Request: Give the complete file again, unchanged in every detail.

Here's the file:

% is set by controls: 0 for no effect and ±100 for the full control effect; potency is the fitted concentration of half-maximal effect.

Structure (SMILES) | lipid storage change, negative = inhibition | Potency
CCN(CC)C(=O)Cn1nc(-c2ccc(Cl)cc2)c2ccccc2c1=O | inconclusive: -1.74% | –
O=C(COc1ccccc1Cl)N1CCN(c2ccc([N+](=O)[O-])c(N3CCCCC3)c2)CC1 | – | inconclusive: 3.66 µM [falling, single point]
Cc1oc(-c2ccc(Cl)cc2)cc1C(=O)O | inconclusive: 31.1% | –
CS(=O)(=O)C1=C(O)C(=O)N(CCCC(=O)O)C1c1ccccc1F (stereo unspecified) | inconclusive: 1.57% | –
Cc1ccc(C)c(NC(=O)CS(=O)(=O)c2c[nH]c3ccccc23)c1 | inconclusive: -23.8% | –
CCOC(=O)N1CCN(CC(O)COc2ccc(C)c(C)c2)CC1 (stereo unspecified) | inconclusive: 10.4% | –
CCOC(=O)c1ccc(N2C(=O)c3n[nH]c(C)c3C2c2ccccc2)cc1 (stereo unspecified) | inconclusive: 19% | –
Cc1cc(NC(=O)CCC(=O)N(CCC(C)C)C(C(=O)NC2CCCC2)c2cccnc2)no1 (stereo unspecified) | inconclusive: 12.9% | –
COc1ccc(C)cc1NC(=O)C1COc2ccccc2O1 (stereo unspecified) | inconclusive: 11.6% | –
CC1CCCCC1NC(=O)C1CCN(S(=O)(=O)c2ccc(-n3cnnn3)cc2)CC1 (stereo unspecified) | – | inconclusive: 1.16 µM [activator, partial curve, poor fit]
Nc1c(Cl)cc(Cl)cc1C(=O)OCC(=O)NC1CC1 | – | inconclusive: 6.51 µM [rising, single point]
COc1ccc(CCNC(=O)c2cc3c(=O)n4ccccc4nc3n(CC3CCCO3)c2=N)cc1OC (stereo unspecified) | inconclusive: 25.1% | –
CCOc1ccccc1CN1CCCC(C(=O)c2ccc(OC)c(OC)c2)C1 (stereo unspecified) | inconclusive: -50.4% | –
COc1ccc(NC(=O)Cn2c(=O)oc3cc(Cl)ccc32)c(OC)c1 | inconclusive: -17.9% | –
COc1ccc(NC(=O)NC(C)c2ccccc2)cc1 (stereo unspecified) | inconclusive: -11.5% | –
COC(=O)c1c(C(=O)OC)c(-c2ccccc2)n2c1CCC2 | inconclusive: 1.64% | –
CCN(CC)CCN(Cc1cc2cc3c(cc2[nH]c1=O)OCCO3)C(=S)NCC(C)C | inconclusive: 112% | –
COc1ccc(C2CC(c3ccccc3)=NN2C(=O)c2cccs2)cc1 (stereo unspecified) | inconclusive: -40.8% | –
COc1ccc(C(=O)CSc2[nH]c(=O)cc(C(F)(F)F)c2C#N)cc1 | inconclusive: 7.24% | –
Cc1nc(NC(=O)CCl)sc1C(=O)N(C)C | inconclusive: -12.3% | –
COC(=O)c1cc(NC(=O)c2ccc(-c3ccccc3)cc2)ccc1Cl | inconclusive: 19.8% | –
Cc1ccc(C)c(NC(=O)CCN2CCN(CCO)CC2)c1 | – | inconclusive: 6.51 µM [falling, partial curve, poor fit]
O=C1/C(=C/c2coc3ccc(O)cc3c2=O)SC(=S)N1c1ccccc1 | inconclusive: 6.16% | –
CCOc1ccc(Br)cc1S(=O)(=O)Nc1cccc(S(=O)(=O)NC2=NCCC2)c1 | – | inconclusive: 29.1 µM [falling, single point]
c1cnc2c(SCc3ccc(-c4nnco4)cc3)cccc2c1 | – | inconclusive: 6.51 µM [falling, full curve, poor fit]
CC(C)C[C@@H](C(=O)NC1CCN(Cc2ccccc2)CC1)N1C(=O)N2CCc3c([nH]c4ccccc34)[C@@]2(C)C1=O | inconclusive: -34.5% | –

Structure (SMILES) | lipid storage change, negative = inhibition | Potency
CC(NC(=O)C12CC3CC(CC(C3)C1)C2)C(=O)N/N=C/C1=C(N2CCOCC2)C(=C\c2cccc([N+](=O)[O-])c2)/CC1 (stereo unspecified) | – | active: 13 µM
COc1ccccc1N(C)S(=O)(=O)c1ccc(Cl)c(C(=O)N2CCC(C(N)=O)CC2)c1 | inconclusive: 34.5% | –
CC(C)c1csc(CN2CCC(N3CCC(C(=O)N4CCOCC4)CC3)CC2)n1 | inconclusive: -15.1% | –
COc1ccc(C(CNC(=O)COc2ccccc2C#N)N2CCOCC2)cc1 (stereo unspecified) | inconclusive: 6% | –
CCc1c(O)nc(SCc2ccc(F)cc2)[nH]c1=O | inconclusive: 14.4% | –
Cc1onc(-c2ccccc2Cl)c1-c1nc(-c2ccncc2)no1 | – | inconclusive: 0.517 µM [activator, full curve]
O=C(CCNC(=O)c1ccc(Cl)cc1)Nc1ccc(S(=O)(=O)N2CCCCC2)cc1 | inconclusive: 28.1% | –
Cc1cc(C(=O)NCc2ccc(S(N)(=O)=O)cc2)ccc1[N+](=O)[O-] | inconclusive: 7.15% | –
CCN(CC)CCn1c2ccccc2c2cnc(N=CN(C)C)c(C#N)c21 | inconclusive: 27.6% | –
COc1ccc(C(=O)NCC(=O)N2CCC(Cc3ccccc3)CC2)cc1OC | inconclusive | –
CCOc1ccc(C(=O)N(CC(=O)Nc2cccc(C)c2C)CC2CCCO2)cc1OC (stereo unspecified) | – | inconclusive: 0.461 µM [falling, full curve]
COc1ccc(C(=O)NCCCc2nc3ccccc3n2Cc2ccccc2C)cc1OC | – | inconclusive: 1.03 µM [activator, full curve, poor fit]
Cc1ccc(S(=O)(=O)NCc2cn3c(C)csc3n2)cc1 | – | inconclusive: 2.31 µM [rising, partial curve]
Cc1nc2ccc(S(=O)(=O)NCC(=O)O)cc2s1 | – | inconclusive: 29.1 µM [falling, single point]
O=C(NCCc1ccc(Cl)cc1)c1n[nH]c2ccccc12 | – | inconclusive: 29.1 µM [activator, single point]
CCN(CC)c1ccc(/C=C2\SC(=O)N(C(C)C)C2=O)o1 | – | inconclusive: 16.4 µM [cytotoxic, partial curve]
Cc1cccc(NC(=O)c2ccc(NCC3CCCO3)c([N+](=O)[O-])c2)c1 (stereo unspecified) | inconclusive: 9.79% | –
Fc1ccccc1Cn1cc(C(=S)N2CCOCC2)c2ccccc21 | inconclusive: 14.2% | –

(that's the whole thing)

% is set by controls: 0 for no effect and ±100 for the full control effect; potency is the fitted concentration of half-maximal effect.

Structure (SMILES) | lipid storage change, negative = inhibition | Potency
CCN(CC)C(=O)Cn1nc(-c2ccc(Cl)cc2)c2ccccc2c1=O | inconclusive: -1.74% | –
O=C(COc1ccccc1Cl)N1CCN(c2ccc([N+](=O)[O-])c(N3CCCCC3)c2)CC1 | – | inconclusive: 3.66 µM [falling, single point]
Cc1oc(-c2ccc(Cl)cc2)cc1C(=O)O | inconclusive: 31.1% | –
CS(=O)(=O)C1=C(O)C(=O)N(CCCC(=O)O)C1c1ccccc1F (stereo unspecified) | inconclusive: 1.57% | –
Cc1ccc(C)c(NC(=O)CS(=O)(=O)c2c[nH]c3ccccc23)c1 | inconclusive: -23.8% | –
CCOC(=O)N1CCN(CC(O)COc2ccc(C)c(C)c2)CC1 (stereo unspecified) | inconclusive: 10.4% | –
CCOC(=O)c1ccc(N2C(=O)c3n[nH]c(C)c3C2c2ccccc2)cc1 (stereo unspecified) | inconclusive: 19% | –
Cc1cc(NC(=O)CCC(=O)N(CCC(C)C)C(C(=O)NC2CCCC2)c2cccnc2)no1 (stereo unspecified) | inconclusive: 12.9% | –
COc1ccc(C)cc1NC(=O)C1COc2ccccc2O1 (stereo unspecified) | inconclusive: 11.6% | –
CC1CCCCC1NC(=O)C1CCN(S(=O)(=O)c2ccc(-n3cnnn3)cc2)CC1 (stereo unspecified) | – | inconclusive: 1.16 µM [activator, partial curve, poor fit]
Nc1c(Cl)cc(Cl)cc1C(=O)OCC(=O)NC1CC1 | – | inconclusive: 6.51 µM [rising, single point]
COc1ccc(CCNC(=O)c2cc3c(=O)n4ccccc4nc3n(CC3CCCO3)c2=N)cc1OC (stereo unspecified) | inconclusive: 25.1% | –
CCOc1ccccc1CN1CCCC(C(=O)c2ccc(OC)c(OC)c2)C1 (stereo unspecified) | inconclusive: -50.4% | –
COc1ccc(NC(=O)Cn2c(=O)oc3cc(Cl)ccc32)c(OC)c1 | inconclusive: -17.9% | –
COc1ccc(NC(=O)NC(C)c2ccccc2)cc1 (stereo unspecified) | inconclusive: -11.5% | –
COC(=O)c1c(C(=O)OC)c(-c2ccccc2)n2c1CCC2 | inconclusive: 1.64% | –
CCN(CC)CCN(Cc1cc2cc3c(cc2[nH]c1=O)OCCO3)C(=S)NCC(C)C | inconclusive: 112% | –
COc1ccc(C2CC(c3ccccc3)=NN2C(=O)c2cccs2)cc1 (stereo unspecified) | inconclusive: -40.8% | –
COc1ccc(C(=O)CSc2[nH]c(=O)cc(C(F)(F)F)c2C#N)cc1 | inconclusive: 7.24% | –
Cc1nc(NC(=O)CCl)sc1C(=O)N(C)C | inconclusive: -12.3% | –
COC(=O)c1cc(NC(=O)c2ccc(-c3ccccc3)cc2)ccc1Cl | inconclusive: 19.8% | –
Cc1ccc(C)c(NC(=O)CCN2CCN(CCO)CC2)c1 | – | inconclusive: 6.51 µM [falling, partial curve, poor fit]
O=C1/C(=C/c2coc3ccc(O)cc3c2=O)SC(=S)N1c1ccccc1 | inconclusive: 6.16% | –
CCOc1ccc(Br)cc1S(=O)(=O)Nc1cccc(S(=O)(=O)NC2=NCCC2)c1 | – | inconclusive: 29.1 µM [falling, single point]
c1cnc2c(SCc3ccc(-c4nnco4)cc3)cccc2c1 | – | inconclusive: 6.51 µM [falling, full curve, poor fit]
CC(C)C[C@@H](C(=O)NC1CCN(Cc2ccccc2)CC1)N1C(=O)N2CCc3c([nH]c4ccccc34)[C@@]2(C)C1=O | inconclusive: -34.5% | –

Structure (SMILES) | lipid storage change, negative = inhibition | Potency
CC(NC(=O)C12CC3CC(CC(C3)C1)C2)C(=O)N/N=C/C1=C(N2CCOCC2)C(=C\c2cccc([N+](=O)[O-])c2)/CC1 (stereo unspecified) | – | active: 13 µM
COc1ccccc1N(C)S(=O)(=O)c1ccc(Cl)c(C(=O)N2CCC(C(N)=O)CC2)c1 | inconclusive: 34.5% | –
CC(C)c1csc(CN2CCC(N3CCC(C(=O)N4CCOCC4)CC3)CC2)n1 | inconclusive: -15.1% | –
COc1ccc(C(CNC(=O)COc2ccccc2C#N)N2CCOCC2)cc1 (stereo unspecified) | inconclusive: 6% | –
CCc1c(O)nc(SCc2ccc(F)cc2)[nH]c1=O | inconclusive: 14.4% | –
Cc1onc(-c2ccccc2Cl)c1-c1nc(-c2ccncc2)no1 | – | inconclusive: 0.517 µM [activator, full curve]
O=C(CCNC(=O)c1ccc(Cl)cc1)Nc1ccc(S(=O)(=O)N2CCCCC2)cc1 | inconclusive: 28.1% | –
Cc1cc(C(=O)NCc2ccc(S(N)(=O)=O)cc2)ccc1[N+](=O)[O-] | inconclusive: 7.15% | –
CCN(CC)CCn1c2ccccc2c2cnc(N=CN(C)C)c(C#N)c21 | inconclusive: 27.6% | –
COc1ccc(C(=O)NCC(=O)N2CCC(Cc3ccccc3)CC2)cc1OC | inconclusive | –
CCOc1ccc(C(=O)N(CC(=O)Nc2cccc(C)c2C)CC2CCCO2)cc1OC (stereo unspecified) | – | inconclusive: 0.461 µM [falling, full curve]
COc1ccc(C(=O)NCCCc2nc3ccccc3n2Cc2ccccc2C)cc1OC | – | inconclusive: 1.03 µM [activator, full curve, poor fit]
Cc1ccc(S(=O)(=O)NCc2cn3c(C)csc3n2)cc1 | – | inconclusive: 2.31 µM [rising, partial curve]
Cc1nc2ccc(S(=O)(=O)NCC(=O)O)cc2s1 | – | inconclusive: 29.1 µM [falling, single point]
O=C(NCCc1ccc(Cl)cc1)c1n[nH]c2ccccc12 | – | inconclusive: 29.1 µM [activator, single point]
CCN(CC)c1ccc(/C=C2\SC(=O)N(C(C)C)C2=O)o1 | – | inconclusive: 16.4 µM [cytotoxic, partial curve]
Cc1cccc(NC(=O)c2ccc(NCC3CCCO3)c([N+](=O)[O-])c2)c1 (stereo unspecified) | inconclusive: 9.79% | –
Fc1ccccc1Cn1cc(C(=S)N2CCOCC2)c2ccccc21 | inconclusive: 14.2% | –